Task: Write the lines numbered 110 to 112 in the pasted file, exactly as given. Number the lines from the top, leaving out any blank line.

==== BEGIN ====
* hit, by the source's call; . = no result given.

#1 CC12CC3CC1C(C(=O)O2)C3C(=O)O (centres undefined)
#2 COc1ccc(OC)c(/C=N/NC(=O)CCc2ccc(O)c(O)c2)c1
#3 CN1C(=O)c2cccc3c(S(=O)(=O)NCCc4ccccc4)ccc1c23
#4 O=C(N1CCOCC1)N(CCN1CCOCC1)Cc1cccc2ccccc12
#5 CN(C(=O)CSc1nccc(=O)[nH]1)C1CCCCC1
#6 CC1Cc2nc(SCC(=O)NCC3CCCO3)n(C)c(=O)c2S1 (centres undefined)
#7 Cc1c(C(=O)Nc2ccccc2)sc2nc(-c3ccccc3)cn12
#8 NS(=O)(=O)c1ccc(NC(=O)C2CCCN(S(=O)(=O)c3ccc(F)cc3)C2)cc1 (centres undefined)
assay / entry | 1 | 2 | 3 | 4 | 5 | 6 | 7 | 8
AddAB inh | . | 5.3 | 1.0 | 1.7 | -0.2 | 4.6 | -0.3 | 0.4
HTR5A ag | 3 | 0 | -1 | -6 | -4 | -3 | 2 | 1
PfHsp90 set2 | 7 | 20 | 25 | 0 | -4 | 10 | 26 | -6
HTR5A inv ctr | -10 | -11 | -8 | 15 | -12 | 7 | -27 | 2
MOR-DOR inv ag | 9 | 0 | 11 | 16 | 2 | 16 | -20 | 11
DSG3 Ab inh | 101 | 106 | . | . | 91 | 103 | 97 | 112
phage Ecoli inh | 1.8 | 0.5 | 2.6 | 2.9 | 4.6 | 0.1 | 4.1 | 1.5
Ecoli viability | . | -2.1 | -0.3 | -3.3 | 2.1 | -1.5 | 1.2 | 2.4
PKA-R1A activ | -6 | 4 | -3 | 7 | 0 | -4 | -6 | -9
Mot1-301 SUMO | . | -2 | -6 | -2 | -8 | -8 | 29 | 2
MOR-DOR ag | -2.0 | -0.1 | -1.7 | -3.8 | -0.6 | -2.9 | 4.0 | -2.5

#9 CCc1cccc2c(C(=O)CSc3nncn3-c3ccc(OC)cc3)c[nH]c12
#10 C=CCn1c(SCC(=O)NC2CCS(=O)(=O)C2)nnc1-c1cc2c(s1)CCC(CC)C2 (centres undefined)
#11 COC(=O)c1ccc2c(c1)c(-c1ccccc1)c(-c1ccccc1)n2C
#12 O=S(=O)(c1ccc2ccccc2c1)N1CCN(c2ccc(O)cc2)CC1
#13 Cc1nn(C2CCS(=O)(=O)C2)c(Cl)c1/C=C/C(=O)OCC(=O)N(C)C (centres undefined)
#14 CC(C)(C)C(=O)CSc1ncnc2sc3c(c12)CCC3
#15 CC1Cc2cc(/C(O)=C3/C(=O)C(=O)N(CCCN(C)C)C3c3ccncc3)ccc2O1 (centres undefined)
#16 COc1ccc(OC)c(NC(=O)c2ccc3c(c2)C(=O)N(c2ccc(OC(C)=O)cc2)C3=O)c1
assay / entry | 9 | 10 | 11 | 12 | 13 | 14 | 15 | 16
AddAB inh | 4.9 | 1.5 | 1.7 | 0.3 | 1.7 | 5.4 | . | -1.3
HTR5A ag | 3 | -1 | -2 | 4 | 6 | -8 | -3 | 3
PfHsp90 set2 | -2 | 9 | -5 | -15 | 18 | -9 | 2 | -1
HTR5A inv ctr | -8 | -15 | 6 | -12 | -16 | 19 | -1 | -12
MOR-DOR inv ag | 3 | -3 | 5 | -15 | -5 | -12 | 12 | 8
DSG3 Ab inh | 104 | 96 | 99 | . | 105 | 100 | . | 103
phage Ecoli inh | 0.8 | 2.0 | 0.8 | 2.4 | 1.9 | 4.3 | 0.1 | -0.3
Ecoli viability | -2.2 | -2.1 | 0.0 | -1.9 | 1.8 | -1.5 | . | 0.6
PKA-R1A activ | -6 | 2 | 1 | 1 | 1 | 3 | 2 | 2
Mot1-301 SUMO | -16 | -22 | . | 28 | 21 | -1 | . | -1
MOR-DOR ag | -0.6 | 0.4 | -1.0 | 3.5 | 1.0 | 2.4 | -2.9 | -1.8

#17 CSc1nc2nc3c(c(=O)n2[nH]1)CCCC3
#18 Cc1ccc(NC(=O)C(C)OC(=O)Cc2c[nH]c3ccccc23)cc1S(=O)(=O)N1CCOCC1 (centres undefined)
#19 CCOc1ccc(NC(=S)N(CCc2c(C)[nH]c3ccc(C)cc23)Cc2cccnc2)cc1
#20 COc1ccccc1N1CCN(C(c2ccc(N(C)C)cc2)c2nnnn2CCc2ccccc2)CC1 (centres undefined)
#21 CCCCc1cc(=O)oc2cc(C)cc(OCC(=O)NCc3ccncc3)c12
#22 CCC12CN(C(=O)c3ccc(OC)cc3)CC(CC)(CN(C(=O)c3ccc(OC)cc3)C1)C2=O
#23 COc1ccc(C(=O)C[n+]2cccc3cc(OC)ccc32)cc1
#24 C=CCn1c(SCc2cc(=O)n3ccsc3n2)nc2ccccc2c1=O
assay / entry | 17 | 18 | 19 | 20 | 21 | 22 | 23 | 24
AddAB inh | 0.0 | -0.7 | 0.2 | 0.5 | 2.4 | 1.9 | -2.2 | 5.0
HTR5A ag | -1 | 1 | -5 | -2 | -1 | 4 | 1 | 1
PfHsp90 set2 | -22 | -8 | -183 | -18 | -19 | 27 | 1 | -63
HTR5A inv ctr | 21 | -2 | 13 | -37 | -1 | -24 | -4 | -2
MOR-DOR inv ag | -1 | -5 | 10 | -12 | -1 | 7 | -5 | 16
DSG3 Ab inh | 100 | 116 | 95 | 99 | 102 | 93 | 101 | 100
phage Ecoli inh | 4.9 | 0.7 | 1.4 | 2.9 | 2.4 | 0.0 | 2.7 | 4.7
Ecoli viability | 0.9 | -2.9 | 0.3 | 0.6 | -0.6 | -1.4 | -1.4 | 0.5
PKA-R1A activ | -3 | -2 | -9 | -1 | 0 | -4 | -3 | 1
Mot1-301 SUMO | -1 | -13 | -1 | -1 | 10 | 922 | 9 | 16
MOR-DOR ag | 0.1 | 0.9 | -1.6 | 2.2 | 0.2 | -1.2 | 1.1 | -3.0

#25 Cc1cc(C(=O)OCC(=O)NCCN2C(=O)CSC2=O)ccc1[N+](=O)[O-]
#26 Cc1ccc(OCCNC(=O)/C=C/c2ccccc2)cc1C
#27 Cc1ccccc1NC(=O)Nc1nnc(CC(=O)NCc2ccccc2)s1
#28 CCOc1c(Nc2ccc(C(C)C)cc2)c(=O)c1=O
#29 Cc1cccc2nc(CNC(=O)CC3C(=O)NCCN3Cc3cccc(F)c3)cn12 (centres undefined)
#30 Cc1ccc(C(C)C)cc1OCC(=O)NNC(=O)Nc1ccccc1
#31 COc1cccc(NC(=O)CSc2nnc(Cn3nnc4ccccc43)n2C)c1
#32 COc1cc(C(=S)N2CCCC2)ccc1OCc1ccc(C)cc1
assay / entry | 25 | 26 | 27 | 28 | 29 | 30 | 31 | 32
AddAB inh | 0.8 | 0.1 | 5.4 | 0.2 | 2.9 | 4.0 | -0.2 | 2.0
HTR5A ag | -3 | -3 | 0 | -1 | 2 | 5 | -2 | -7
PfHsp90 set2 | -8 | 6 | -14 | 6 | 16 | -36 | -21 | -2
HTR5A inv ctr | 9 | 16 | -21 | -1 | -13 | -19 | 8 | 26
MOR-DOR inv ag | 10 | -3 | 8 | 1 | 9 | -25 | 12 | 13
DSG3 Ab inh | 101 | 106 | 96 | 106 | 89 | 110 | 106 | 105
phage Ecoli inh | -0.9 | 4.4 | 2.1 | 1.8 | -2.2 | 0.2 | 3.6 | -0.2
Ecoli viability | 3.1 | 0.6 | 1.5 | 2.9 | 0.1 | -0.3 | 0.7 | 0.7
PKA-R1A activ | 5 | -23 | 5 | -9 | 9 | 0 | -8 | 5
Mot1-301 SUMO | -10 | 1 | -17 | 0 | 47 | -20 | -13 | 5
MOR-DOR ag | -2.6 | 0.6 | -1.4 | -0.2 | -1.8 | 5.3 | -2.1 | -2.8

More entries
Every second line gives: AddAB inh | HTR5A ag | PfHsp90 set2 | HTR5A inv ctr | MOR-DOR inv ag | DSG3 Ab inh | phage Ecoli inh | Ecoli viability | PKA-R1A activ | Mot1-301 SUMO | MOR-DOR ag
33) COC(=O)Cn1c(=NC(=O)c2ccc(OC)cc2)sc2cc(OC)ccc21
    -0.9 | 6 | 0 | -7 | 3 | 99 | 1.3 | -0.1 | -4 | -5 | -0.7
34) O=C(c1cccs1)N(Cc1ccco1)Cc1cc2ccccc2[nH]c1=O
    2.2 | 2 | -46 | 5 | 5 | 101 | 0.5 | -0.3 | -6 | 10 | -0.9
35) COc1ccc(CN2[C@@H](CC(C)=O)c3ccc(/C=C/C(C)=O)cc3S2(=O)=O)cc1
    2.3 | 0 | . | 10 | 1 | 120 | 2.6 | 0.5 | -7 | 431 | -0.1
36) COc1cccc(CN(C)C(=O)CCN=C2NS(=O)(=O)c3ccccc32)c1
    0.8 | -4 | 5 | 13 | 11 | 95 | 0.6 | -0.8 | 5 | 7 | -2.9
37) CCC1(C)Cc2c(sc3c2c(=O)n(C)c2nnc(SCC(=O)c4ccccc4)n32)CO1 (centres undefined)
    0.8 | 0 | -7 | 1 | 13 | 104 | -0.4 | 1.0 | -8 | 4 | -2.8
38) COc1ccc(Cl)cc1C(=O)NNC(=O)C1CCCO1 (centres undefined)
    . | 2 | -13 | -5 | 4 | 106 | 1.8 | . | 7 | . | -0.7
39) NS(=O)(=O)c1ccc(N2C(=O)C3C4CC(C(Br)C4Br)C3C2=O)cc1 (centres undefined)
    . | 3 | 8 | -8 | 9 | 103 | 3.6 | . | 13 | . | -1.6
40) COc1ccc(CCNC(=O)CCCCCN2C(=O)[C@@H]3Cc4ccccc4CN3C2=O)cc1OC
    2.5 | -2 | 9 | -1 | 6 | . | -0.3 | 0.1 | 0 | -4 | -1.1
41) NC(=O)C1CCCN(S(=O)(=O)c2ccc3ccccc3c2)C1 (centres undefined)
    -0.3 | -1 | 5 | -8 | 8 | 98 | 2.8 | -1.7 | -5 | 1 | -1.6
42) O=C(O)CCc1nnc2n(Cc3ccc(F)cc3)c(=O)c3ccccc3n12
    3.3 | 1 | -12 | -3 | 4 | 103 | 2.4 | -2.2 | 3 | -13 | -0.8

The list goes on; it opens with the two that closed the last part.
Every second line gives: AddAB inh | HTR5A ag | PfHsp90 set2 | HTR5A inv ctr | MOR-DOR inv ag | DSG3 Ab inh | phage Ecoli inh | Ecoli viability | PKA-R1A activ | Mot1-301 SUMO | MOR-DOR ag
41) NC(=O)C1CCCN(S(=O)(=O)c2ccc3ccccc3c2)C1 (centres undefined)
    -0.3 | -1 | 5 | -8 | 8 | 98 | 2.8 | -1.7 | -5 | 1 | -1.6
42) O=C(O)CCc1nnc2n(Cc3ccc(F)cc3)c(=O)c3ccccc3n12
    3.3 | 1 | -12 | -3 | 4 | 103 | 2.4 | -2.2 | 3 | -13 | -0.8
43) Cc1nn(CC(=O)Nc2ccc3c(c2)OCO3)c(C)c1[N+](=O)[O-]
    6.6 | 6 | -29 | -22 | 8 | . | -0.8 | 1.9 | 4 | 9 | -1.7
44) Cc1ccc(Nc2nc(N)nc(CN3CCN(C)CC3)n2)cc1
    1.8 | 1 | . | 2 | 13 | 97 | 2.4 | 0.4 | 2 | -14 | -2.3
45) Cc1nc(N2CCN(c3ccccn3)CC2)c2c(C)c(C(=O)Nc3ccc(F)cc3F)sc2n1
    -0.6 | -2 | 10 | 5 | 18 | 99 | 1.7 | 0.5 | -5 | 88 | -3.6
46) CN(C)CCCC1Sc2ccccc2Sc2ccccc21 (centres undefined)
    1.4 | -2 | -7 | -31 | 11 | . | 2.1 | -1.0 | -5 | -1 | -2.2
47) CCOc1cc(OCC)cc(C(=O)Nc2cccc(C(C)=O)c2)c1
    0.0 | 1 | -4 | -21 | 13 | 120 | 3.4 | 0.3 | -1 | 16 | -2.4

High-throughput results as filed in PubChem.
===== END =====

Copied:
43) Cc1nn(CC(=O)Nc2ccc3c(c2)OCO3)c(C)c1[N+](=O)[O-]
    6.6 | 6 | -29 | -22 | 8 | . | -0.8 | 1.9 | 4 | 9 | -1.7
44) Cc1ccc(Nc2nc(N)nc(CN3CCN(C)CC3)n2)cc1